• Surprisingly, trigram model and up are much worse than bigram or unigram models. This is largely due to the high number of trigrams, 4-grams, and 5-grams that appear in the evaluation texts but nowhere in the training text. Hence, their predicted probability is zero.
  • For most n-gram models, their performance is slightly improved when we interpolate their predicted probabilities with the uniform model. This seems rather counter-intuitive, since the uniform model simply assigns equal probability to every word. However, as explained in part 1, interpolating with this “dumb” model reduces the overfit and variance of the n-gram models, helping them generalize better to the evaluation texts.

In this part of the project, we can extend model interpolation even further: instead of separately combining each n-gram model with the uniform, we can interpolate different n-gram models with one another, along with the uniform model.

What to interpolate?

The first question to ask when interpolating multiple models together is:

To answer this question, we use the simple strategy outlined below:

  1. First, we start with the uniform model. This model will have very low average log likelihoods on the evaluation texts, since it assigns every word in the text the same probability.
  2. Next, we interpolate this uniform model with the unigram model and re-evaluate it on the evaluation texts. We naively assume that the models will have equal contribution to the interpolated model. As a result, each model will have the same interpolation weight of 1/2.
  3. We then add the bigram model to the mix. Similarly, in this 3-model interpolation, each model will simply have the same interpolation weight of 1/3.
  4. We keep adding higher n-gram models to the mix, while keeping the mixture weights the same across models, until we reach the 5-gram model. After each addition, the combined model will be evaluated against the two evaluation texts,  and .

Coding the interpolation

In part 2, each evaluation text had a corresponding probability matrix. This matrix has 6 columns — one for each model — and each row of the matrix represents the probability estimates of each word under the 6 models. However, since we want to optimize the model performance on both evaluation texts, we will vertically concatenate these probability matrices into one big evaluation probability matrix (803176 rows × 6 columns):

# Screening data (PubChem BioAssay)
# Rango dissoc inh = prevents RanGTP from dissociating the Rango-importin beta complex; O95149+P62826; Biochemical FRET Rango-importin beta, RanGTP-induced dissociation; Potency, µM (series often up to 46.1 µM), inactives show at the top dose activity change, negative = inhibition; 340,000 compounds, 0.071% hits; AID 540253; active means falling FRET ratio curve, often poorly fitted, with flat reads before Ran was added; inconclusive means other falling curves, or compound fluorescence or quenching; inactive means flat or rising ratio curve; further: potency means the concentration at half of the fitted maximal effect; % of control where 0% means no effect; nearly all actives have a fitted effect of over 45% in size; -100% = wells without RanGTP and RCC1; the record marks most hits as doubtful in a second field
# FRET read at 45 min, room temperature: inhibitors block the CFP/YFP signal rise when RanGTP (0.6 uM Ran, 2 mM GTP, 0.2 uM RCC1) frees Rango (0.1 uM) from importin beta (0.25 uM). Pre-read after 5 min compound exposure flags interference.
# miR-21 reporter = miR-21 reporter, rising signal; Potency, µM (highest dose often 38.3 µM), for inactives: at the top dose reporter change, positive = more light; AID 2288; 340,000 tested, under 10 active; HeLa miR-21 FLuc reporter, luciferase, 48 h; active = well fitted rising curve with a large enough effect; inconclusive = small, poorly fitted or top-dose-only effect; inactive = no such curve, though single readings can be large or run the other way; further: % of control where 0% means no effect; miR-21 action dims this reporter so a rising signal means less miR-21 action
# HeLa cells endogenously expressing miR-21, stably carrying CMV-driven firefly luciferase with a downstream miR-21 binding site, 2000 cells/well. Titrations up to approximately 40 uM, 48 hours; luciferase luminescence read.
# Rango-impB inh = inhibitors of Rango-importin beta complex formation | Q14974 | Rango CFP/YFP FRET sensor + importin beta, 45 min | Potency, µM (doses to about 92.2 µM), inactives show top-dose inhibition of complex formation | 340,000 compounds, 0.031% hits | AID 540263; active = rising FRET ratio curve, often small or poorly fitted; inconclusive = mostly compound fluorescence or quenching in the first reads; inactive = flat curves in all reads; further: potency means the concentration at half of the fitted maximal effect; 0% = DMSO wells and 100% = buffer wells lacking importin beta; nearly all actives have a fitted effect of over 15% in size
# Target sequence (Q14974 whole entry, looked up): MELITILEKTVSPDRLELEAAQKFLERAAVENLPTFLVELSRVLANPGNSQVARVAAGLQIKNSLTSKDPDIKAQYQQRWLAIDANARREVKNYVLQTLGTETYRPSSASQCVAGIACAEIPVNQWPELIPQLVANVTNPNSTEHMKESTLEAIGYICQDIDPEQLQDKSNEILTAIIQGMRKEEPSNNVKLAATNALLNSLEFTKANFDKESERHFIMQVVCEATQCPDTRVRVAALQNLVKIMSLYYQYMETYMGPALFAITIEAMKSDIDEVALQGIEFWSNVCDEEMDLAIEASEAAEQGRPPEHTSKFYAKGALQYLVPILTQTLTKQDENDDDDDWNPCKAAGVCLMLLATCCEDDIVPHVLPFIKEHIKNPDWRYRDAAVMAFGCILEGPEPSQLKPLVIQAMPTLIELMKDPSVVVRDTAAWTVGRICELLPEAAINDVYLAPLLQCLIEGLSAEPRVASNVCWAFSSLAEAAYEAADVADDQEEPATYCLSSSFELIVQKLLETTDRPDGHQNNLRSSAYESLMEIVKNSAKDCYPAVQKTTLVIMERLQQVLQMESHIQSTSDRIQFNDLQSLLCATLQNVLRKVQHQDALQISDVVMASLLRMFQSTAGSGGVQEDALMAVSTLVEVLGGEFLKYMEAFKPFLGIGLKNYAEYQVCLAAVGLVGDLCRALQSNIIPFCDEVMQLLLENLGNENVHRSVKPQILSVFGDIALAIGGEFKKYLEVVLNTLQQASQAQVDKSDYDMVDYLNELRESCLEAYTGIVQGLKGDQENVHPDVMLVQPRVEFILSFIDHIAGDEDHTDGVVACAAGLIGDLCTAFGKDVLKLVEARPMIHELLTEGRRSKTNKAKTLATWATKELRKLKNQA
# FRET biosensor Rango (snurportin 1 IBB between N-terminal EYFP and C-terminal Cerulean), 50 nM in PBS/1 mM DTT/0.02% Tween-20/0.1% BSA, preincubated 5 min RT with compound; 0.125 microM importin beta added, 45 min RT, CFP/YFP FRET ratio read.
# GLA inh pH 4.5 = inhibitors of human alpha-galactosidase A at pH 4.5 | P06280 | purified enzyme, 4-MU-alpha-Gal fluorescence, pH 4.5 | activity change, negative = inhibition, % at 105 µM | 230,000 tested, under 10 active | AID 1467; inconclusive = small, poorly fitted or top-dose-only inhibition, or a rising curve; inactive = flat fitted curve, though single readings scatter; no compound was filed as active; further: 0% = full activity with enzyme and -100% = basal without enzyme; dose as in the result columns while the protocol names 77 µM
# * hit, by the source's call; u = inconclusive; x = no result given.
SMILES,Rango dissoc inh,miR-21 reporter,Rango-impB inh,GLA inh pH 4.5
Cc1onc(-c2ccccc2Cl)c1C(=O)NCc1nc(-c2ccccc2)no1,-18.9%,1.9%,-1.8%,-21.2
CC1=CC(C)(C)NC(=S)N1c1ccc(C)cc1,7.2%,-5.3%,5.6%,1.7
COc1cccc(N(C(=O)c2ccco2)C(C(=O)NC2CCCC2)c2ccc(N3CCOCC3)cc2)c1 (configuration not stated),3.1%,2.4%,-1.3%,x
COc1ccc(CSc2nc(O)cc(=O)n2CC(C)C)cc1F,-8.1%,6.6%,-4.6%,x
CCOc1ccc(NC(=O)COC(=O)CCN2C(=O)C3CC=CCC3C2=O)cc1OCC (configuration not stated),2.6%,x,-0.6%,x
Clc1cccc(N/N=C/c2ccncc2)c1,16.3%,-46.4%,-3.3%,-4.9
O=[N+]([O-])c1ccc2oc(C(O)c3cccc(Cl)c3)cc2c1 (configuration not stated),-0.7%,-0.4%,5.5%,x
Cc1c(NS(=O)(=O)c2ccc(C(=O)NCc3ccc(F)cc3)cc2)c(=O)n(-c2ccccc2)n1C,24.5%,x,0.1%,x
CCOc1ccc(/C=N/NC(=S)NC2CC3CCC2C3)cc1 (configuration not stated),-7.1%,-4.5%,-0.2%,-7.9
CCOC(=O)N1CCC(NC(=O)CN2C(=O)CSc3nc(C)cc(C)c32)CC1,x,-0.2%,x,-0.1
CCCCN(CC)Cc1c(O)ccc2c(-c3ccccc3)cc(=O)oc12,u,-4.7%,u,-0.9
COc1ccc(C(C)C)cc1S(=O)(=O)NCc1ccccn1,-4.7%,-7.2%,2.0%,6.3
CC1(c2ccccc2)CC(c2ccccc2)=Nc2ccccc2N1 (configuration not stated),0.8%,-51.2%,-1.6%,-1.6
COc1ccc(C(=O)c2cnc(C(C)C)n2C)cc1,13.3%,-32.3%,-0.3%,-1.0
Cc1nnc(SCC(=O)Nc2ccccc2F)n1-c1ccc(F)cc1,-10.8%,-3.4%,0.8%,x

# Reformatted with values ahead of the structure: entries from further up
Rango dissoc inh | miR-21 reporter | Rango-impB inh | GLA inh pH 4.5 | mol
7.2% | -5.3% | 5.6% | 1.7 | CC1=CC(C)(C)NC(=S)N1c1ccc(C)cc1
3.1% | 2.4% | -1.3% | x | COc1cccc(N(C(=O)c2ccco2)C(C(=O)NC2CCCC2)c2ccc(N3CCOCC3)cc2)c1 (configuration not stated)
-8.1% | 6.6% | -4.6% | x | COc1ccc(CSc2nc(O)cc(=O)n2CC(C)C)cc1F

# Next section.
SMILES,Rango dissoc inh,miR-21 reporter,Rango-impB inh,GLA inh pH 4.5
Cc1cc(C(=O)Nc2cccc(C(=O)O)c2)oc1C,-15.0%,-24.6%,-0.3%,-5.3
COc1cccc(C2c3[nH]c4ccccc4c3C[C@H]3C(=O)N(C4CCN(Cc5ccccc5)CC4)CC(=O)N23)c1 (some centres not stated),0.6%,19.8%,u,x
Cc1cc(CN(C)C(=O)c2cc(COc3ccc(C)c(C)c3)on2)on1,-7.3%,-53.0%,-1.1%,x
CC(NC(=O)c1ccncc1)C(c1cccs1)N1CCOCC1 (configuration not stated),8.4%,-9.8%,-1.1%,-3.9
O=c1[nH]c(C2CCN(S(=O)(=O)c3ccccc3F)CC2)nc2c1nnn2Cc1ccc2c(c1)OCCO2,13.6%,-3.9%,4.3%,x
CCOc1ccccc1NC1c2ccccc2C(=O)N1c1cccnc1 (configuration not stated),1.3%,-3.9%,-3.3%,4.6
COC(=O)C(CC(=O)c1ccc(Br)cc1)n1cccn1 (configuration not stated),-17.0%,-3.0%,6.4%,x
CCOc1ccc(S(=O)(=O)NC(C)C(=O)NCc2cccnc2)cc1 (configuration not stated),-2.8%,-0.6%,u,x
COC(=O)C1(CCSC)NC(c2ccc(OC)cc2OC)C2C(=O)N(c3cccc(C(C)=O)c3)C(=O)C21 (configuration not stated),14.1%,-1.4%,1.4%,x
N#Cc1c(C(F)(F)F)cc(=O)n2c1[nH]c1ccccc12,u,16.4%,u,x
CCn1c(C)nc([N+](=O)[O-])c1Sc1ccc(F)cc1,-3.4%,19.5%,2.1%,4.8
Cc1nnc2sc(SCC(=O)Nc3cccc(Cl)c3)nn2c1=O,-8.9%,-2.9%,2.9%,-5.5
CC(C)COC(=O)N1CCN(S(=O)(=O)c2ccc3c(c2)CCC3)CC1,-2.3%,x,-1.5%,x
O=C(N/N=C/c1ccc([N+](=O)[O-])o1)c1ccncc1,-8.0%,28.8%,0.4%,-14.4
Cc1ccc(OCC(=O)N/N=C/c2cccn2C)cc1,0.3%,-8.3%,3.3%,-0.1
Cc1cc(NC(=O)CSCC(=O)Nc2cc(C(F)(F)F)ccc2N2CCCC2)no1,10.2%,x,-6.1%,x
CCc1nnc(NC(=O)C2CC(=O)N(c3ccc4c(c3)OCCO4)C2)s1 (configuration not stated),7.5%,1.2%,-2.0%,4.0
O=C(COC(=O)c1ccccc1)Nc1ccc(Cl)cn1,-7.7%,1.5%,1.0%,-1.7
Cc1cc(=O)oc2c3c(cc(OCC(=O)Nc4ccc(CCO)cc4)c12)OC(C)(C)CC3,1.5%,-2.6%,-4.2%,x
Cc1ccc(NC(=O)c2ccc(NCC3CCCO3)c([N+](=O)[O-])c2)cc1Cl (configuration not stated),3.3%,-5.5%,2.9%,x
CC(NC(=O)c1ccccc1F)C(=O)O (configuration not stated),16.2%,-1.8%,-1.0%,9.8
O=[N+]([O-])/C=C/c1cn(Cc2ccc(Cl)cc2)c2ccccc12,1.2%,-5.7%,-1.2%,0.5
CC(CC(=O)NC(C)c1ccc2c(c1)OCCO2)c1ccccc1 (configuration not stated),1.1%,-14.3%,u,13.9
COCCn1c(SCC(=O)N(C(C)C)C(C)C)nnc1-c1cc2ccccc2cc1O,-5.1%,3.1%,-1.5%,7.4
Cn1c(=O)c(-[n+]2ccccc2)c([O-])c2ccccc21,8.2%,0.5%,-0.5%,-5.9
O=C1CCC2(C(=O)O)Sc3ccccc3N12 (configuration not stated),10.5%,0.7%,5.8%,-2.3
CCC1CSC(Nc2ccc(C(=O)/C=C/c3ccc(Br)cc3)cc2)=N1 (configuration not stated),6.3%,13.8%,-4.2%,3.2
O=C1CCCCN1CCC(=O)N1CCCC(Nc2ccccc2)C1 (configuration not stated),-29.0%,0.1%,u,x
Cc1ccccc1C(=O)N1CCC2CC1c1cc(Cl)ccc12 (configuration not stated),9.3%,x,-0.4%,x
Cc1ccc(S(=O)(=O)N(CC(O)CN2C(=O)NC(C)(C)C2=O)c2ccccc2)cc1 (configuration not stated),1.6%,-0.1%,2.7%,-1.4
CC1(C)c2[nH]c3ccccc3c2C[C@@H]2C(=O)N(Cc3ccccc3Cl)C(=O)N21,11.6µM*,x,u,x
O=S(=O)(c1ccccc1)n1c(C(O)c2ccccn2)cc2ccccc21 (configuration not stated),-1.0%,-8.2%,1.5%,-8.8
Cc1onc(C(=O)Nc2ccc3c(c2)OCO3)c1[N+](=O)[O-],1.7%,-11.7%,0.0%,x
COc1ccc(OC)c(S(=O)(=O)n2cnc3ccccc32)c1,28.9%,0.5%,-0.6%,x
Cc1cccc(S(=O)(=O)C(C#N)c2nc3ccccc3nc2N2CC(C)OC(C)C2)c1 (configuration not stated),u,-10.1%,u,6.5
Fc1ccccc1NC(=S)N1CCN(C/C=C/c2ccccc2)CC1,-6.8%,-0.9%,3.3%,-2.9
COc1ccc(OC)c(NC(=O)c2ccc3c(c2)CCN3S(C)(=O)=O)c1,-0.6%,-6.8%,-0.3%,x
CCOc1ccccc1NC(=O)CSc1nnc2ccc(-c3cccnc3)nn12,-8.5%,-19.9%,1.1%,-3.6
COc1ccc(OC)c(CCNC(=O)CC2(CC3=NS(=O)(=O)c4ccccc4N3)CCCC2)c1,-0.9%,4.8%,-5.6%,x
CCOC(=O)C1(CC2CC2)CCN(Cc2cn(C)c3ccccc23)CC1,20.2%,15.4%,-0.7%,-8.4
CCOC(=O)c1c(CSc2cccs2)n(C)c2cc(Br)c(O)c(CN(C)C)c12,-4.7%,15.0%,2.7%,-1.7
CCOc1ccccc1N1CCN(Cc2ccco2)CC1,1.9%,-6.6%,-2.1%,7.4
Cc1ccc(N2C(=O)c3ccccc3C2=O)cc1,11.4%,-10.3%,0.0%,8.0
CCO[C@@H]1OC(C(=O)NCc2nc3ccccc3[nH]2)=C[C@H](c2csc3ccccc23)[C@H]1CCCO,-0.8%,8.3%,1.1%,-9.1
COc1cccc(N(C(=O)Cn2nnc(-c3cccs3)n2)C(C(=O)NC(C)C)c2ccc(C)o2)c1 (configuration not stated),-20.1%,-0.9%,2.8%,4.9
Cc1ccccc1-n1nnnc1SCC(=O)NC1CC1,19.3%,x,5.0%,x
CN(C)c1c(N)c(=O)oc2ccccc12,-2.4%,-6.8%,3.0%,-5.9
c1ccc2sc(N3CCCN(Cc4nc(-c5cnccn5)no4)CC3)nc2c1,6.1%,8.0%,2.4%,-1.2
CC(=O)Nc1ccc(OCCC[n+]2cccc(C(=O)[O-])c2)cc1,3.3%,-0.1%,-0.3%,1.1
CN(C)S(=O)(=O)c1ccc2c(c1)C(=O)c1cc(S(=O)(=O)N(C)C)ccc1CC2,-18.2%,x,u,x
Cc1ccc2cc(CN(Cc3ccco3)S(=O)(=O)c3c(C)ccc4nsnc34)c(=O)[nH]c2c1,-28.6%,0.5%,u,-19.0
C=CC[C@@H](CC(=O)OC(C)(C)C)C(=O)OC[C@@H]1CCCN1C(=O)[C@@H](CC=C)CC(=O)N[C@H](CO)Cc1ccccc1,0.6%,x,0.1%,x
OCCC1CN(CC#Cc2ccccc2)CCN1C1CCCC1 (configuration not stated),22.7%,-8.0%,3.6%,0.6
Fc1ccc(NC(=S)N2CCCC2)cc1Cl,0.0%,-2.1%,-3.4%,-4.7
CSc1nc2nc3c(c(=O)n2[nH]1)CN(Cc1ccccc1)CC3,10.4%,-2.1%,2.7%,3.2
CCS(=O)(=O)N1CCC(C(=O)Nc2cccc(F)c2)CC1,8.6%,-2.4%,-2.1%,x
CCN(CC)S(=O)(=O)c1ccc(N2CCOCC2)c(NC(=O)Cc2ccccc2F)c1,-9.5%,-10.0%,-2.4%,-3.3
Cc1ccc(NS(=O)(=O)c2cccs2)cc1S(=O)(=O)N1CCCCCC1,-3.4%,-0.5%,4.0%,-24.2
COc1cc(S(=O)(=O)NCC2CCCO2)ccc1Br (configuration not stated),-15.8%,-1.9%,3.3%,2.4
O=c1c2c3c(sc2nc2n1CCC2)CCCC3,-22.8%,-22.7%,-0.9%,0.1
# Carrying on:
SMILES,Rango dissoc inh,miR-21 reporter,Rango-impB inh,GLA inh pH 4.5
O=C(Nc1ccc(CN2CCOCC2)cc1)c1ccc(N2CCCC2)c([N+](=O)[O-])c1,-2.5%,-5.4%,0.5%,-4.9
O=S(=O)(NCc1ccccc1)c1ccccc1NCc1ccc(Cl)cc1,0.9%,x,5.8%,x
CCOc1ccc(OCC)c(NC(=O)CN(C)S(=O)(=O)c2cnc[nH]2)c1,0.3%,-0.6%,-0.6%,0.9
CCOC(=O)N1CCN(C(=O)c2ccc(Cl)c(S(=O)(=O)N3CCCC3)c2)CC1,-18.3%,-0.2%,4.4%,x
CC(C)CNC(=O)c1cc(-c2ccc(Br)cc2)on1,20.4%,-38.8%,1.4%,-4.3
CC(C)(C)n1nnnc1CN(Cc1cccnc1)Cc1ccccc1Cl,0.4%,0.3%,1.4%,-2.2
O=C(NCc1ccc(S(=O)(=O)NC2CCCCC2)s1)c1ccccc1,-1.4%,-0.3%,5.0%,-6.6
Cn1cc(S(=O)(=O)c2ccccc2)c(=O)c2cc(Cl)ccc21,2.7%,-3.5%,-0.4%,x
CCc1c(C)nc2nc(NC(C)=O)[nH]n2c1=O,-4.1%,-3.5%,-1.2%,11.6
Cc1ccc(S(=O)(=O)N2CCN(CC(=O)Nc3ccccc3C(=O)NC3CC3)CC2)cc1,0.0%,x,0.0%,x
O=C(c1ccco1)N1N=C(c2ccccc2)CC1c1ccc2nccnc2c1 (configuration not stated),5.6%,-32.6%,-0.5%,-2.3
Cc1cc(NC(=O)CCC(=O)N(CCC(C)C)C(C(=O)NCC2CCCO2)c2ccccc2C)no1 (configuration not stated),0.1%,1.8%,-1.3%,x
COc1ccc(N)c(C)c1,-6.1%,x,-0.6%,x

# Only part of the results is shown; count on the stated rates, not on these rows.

Duality theorems


Introduction

Duality theorems

Find x₁ and x₂ to minimize f(x₁, x₂). Source

Optimization shows up everywhere in machine learning, from the ubiquitous gradient descent, to quadratic programming in SVM, to expectation-maximization algorithm in Gaussian mixture models.

However, one aspect of optimization that always puzzled me is duality: what on earth is a primal form and dual form of an optimization problem, and what good do they really serve?

Therefore, in this project, I will:

  • Go over the primal and dual forms for the most basic of optimization problem: linear programming.
  • Show that by solving one form of the optimization problem, we will have also solved the other one. This requires us to prove two fundamental duality theorems in linear programming: weak duality theorem and strong duality theorem. The former theorem will be proven in this part, while the latter will be proven in the next part of the project.
  • Explain why we should care about duality by showing its application to some data science problems.

Linear programming

Definition

All (constrained) optimization problems have three components:

1.Objective function: the function whose value we are trying to optimize, which can mean minimize or maximize depending on the problem. The value of the objective function will be called  from here on.

2.Decision variables: the variables in the objective function whose value will be fine-tuned to give the objective function its .

3.Constraints: additional equations or inequalities that the decision variables must conform to.

With these components, we can define linear programming as such:

Linear programming is an optimization problem where the objective function and constraints are all linear functions of the decision variables.

This principle can be seen in the following formulation of a linear program:

Duality theorems

where

x: vector containing the decision variables

c: vector containing coefficients for each decision variable in the objective function. For simplicity, we will call these coefficients the objective coefficients from here on.

A: matrix in which each row contains the coefficients of each constraint

b: vector containing the limiting values of each constraint

Note that the vector inequalities in the above formula implies element-wise inequalities. For example, x ≥ 0 means every element of x must be greater or equal to zero.

Geometric interpretation of a linear program

Although the above formula of a linear program seems quite abstract, let’s see what it looks like using a simple example.

  • Suppose we have only have 2 decision variables, x₁ and x₂. Therefore, our vector x is simply [x₁, x₂]

Duality theorems